Rhizoglyphus echinopus, Rhizoglyphus robini
Common pests of greenhouses and nurseries, bulb mites primarily attack stored ornamental bulbs or ornamental crops in greenhouses. They have recently been found by hemp and cannabis cultivators, which may pose a threat to crop productivity. According to Kansas State University, other common host plants include the Liliaceae family - amaryllis, crocus, freesia, gladiolus, hyacinth, lily narcissus and tulip. (Cloyd) In high populations, bulb mites commonly hitch rides to new areas on more mobile pests like whiteflies, thrips, fungus gnats and shore flies.
Identification: Bulb mites can be translucent to milky white with two identifiable brown spots on their bodies. Their legs are typically red-orange and short. Commonly misidentified as S. scimitus (predatory mites).
Damage: They are primarily detritivores, but also feed on plant roots and other below ground structures. The damage they cause can lead to wilting, reduced plant vigor and limited yields. Bulb mites are considered a secondary pest, often capitalizing on the food provided by damage from fungus gnat or soil-borne disease damage. Controlling the primary causes of damage is key in bulb mite control for this reason.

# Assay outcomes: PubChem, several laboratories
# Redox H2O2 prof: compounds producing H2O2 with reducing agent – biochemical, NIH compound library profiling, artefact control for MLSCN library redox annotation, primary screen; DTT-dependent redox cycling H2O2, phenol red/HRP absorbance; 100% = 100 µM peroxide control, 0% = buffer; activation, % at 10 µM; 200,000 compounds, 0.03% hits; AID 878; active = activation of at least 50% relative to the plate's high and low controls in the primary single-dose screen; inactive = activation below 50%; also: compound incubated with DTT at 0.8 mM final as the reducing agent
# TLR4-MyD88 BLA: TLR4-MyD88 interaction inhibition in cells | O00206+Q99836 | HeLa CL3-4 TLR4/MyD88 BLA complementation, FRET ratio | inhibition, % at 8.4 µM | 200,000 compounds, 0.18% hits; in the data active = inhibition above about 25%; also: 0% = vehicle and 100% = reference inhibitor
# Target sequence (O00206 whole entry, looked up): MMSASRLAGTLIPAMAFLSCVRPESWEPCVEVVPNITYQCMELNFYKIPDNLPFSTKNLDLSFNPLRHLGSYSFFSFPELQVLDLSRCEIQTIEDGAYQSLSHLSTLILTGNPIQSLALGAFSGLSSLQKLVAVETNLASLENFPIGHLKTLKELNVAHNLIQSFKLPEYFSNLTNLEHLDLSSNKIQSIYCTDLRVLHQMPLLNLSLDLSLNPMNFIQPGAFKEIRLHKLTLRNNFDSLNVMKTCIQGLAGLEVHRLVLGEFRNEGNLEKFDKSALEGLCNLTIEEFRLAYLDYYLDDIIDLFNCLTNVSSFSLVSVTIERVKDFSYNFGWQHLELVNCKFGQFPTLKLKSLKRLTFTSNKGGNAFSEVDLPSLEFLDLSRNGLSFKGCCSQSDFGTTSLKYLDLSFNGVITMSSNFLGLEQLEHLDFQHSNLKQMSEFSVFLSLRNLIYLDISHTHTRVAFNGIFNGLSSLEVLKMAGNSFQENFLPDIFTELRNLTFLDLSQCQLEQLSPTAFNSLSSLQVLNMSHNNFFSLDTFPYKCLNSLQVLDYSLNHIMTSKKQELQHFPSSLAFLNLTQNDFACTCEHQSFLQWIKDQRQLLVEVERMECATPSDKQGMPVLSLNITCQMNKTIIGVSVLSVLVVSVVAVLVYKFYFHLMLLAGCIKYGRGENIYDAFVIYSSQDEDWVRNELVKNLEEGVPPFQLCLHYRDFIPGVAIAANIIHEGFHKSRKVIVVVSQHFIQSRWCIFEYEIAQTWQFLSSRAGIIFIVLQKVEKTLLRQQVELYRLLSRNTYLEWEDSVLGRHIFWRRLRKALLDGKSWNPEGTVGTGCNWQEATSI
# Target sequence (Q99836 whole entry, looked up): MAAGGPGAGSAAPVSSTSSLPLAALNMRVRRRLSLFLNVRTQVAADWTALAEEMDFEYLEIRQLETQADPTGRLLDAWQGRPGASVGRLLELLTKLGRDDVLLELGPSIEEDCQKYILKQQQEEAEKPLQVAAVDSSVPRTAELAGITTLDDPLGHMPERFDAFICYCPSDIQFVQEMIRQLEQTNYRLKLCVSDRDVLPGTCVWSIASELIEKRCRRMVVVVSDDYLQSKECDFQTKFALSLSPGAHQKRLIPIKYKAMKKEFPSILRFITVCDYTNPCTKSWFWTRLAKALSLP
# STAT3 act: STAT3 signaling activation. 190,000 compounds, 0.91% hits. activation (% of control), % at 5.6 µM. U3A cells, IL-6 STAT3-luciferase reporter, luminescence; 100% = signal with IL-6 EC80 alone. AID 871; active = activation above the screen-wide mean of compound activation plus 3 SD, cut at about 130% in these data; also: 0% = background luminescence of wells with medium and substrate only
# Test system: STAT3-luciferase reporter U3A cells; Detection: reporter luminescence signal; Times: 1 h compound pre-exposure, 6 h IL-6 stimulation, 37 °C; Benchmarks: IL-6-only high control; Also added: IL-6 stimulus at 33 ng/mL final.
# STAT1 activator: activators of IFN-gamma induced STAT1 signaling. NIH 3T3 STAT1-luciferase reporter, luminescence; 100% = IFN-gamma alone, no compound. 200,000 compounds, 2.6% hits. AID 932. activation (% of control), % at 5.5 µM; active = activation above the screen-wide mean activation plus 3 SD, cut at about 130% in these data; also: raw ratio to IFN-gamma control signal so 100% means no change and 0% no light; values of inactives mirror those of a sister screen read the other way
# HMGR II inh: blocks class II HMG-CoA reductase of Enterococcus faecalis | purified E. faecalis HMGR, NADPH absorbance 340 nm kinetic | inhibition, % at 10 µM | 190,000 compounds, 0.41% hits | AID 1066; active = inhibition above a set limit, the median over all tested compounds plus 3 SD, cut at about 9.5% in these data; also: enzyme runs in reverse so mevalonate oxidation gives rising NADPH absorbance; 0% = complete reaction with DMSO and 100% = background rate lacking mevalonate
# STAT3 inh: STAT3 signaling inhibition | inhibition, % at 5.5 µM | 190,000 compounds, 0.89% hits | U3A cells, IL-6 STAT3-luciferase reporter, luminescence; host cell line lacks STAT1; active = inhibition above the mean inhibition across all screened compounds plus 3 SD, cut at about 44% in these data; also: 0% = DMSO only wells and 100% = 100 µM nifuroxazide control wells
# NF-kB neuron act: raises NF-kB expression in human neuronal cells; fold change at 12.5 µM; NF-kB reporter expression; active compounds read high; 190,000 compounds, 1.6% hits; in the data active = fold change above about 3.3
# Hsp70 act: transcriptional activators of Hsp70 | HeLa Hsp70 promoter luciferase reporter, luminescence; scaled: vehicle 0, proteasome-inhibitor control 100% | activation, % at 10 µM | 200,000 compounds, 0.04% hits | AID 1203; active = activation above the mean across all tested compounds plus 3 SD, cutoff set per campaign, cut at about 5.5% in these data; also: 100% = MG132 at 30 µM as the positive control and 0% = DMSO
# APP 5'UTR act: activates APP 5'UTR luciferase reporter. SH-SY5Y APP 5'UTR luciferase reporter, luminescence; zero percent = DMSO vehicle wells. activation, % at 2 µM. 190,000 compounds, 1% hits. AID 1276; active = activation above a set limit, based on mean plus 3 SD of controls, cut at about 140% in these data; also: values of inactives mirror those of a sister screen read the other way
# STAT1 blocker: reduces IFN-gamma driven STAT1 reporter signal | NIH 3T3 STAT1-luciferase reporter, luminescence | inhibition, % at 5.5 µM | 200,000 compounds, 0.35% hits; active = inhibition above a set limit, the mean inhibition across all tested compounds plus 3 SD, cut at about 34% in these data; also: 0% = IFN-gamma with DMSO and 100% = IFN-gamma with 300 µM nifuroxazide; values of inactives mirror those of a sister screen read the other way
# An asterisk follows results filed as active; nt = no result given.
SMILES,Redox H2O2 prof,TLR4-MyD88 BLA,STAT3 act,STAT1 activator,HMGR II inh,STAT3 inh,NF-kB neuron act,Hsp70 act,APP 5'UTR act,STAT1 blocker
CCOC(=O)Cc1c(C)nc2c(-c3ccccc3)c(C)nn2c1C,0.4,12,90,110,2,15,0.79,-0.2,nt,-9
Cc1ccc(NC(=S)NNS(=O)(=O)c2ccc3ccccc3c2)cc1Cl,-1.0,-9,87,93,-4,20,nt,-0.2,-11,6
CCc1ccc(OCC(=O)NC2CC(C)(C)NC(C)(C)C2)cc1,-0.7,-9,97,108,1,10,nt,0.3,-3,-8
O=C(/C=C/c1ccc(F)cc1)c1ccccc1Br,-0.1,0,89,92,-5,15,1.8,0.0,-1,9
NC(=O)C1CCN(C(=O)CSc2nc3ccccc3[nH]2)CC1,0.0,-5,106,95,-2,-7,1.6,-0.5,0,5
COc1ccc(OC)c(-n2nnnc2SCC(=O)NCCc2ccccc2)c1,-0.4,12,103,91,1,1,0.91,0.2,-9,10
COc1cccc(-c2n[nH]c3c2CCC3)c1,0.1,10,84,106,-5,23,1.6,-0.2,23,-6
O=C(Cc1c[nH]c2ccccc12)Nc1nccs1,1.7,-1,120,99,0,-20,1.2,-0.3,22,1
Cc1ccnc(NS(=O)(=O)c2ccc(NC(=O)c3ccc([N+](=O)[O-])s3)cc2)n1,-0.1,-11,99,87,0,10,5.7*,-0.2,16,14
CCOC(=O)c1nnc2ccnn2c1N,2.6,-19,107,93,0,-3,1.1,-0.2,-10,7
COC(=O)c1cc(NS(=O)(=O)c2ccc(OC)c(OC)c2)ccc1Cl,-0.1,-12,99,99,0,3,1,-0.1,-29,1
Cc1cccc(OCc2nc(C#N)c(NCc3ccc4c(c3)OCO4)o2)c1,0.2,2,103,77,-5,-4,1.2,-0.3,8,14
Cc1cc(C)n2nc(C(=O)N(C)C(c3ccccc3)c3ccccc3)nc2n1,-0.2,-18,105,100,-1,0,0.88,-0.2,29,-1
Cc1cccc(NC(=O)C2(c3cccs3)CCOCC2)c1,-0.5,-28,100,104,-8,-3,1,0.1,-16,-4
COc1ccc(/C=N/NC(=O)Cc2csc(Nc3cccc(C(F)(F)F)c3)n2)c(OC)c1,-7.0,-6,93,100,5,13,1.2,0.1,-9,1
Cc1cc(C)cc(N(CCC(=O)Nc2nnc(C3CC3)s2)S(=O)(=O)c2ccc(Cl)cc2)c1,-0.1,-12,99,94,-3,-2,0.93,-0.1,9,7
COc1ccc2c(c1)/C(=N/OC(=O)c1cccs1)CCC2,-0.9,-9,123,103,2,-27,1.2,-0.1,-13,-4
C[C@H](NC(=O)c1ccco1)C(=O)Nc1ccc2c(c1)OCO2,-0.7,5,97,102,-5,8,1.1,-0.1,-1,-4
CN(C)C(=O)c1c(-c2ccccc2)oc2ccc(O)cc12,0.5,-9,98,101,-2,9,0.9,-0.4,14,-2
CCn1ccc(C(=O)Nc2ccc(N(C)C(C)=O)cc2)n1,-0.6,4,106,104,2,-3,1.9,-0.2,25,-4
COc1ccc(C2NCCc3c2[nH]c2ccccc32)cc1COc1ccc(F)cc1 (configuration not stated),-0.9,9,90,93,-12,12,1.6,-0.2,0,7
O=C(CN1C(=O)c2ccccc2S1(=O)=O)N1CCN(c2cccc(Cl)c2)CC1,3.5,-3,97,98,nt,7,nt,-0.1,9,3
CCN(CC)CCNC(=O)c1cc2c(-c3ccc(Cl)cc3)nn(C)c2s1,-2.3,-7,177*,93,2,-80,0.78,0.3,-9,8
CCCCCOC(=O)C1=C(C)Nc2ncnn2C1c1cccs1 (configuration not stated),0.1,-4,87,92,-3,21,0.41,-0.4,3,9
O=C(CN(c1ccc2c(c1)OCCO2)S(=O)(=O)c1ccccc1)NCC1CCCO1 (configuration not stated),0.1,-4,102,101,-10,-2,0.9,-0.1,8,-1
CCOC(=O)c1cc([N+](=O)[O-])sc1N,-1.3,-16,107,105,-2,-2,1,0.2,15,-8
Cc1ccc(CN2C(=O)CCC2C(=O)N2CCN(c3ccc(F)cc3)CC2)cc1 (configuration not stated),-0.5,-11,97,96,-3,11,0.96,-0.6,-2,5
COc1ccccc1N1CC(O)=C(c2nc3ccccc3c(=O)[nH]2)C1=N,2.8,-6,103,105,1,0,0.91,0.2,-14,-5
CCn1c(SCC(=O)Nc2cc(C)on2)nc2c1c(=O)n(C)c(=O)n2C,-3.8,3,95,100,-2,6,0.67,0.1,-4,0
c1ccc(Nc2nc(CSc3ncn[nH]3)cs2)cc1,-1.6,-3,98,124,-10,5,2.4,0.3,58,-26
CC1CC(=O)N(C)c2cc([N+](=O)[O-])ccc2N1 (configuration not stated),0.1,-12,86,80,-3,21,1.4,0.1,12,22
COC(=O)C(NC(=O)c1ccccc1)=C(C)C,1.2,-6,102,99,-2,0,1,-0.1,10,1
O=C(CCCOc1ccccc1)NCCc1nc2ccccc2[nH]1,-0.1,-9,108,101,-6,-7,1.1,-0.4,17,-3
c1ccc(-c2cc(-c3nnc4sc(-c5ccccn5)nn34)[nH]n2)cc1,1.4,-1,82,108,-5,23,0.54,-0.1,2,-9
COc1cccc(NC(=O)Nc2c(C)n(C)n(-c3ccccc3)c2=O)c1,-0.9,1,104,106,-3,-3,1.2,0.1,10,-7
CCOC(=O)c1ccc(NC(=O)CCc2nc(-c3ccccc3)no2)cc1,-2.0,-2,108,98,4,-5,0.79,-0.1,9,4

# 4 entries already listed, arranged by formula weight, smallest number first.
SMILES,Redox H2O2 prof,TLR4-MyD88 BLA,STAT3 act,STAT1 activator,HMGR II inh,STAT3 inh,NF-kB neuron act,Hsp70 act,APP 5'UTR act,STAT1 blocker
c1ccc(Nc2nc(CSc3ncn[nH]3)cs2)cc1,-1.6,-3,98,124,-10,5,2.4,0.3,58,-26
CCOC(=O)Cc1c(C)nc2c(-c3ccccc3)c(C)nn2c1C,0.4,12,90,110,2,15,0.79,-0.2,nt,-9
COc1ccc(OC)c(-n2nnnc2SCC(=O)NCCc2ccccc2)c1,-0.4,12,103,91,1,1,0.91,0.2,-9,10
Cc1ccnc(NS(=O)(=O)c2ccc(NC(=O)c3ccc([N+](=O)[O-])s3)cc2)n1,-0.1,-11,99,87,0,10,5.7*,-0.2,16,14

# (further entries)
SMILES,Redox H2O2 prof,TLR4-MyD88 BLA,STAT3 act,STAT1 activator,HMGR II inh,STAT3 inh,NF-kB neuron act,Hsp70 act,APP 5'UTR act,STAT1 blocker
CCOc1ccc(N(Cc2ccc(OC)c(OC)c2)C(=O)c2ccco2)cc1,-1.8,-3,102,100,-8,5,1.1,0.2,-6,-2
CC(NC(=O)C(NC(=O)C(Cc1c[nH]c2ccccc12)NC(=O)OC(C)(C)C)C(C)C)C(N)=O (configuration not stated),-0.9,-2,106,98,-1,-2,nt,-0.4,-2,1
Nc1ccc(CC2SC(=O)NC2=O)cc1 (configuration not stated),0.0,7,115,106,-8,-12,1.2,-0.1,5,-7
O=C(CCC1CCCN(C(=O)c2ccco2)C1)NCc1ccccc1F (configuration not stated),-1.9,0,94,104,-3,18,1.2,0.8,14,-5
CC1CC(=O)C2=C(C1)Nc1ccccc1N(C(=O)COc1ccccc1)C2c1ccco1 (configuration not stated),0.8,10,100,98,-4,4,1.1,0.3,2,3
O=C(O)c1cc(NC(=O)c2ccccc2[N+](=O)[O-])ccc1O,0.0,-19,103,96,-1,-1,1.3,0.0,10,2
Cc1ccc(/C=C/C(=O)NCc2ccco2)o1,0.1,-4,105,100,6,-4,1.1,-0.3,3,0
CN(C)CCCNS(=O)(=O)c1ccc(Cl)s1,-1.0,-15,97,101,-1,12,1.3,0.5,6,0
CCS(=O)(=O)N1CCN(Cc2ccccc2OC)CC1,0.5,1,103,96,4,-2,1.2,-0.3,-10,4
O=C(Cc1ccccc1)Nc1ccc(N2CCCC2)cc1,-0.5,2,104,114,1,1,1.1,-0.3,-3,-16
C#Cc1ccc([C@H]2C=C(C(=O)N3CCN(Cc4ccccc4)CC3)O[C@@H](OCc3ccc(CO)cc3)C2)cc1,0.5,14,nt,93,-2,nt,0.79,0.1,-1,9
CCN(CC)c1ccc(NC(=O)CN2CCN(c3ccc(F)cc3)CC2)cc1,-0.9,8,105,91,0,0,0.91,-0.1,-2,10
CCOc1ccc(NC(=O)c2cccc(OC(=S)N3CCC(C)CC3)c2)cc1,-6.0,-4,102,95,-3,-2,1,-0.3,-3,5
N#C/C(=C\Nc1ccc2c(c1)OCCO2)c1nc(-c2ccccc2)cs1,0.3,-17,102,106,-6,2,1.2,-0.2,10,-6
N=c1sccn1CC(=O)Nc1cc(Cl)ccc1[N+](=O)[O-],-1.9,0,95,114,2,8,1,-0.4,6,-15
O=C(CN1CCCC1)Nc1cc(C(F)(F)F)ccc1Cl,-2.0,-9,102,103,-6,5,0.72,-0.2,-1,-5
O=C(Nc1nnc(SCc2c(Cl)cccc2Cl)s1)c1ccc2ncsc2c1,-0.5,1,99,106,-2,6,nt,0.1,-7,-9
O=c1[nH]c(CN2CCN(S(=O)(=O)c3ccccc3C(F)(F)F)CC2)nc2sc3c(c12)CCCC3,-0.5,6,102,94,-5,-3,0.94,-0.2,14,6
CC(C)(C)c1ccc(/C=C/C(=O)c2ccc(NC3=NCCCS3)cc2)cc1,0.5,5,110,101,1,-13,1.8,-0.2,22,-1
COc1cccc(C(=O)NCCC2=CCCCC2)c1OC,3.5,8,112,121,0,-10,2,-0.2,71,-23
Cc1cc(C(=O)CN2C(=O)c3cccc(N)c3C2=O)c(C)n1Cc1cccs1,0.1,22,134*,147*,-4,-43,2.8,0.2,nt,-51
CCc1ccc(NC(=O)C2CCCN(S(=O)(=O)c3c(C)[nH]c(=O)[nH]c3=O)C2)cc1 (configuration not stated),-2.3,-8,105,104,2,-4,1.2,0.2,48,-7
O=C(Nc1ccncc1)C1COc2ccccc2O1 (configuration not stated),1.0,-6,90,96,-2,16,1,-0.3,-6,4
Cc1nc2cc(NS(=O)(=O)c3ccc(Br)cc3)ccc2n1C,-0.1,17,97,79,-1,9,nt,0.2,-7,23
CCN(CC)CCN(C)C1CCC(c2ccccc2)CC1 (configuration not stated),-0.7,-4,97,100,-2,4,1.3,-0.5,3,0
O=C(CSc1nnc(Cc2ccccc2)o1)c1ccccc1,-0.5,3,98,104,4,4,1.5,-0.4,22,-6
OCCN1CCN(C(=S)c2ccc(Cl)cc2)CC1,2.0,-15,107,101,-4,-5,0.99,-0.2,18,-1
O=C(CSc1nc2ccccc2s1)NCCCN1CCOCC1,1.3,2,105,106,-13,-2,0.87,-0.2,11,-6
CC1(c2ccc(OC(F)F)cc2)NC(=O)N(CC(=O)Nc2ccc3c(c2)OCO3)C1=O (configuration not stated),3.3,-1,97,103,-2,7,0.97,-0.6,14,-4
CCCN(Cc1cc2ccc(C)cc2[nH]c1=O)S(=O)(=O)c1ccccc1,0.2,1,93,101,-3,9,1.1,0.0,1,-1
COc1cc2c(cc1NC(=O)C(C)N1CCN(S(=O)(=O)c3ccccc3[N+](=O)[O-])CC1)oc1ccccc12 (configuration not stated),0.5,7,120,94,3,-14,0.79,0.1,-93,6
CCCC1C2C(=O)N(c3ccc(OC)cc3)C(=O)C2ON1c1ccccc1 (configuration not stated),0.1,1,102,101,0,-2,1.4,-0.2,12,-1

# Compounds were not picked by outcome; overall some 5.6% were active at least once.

Controlling Bulb Mites:
- Dip bulbs or infested plants in 110°F water for 30 minutes.
- As stated previously, control primary pests like fungus gnats or work to prevent fungal disease. RootShield Plus provides effective soil-borne disease prevention.
- Suppress populations with S. scimitus - a soil dwelling predatory mite.
- Proper sanitation goes a long way towards controlling bulb mites.
- Hygrozyme can reduce the decaying matter (food sources) in the growing media.
- Clean up soil media debris in the growing area.